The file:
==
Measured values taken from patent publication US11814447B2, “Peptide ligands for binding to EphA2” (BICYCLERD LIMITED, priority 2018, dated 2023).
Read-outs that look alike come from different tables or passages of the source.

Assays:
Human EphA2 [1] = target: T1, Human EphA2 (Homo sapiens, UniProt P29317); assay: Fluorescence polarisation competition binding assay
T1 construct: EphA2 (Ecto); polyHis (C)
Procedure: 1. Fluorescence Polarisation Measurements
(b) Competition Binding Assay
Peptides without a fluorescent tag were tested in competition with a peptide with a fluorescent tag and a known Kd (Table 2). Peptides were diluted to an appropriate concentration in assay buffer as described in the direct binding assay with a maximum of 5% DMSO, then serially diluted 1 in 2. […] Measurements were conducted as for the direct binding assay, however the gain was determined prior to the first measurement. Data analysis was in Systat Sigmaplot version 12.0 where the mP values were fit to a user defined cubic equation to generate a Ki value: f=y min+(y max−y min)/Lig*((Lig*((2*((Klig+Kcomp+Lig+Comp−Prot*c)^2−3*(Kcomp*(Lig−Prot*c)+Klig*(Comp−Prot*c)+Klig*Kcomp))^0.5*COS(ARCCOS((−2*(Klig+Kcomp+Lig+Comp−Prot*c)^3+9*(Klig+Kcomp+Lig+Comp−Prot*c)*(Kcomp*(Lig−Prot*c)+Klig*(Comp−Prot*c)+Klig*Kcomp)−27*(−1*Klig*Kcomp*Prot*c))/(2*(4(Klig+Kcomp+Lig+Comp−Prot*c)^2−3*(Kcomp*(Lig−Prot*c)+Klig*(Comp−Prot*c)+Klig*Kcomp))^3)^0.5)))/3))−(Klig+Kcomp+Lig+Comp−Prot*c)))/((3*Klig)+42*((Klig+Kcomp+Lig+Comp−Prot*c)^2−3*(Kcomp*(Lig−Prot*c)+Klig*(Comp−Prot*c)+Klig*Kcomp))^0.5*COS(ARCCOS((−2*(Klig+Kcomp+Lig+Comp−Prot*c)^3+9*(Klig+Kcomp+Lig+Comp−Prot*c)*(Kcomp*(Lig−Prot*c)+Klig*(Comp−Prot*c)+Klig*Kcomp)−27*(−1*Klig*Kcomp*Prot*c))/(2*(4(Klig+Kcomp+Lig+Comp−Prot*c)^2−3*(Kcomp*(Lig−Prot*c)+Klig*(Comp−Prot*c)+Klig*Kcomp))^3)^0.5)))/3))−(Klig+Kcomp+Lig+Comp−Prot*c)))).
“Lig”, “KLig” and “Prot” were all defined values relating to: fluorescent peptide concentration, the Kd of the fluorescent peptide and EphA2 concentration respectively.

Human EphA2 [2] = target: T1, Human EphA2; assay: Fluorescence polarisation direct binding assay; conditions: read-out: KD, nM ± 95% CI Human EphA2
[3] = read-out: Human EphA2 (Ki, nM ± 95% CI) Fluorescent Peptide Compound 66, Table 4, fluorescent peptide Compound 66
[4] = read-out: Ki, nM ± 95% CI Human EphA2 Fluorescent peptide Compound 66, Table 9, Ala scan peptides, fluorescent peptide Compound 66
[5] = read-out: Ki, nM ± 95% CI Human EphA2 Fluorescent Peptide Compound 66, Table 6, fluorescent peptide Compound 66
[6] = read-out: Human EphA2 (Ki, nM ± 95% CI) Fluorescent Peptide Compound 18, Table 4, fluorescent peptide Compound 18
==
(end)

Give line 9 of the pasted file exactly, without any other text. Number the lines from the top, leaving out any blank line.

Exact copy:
“Lig”, “KLig” and “Prot” were all defined values relating to: fluorescent peptide concentration, the Kd of the fluorescent peptide and EphA2 concentration respectively.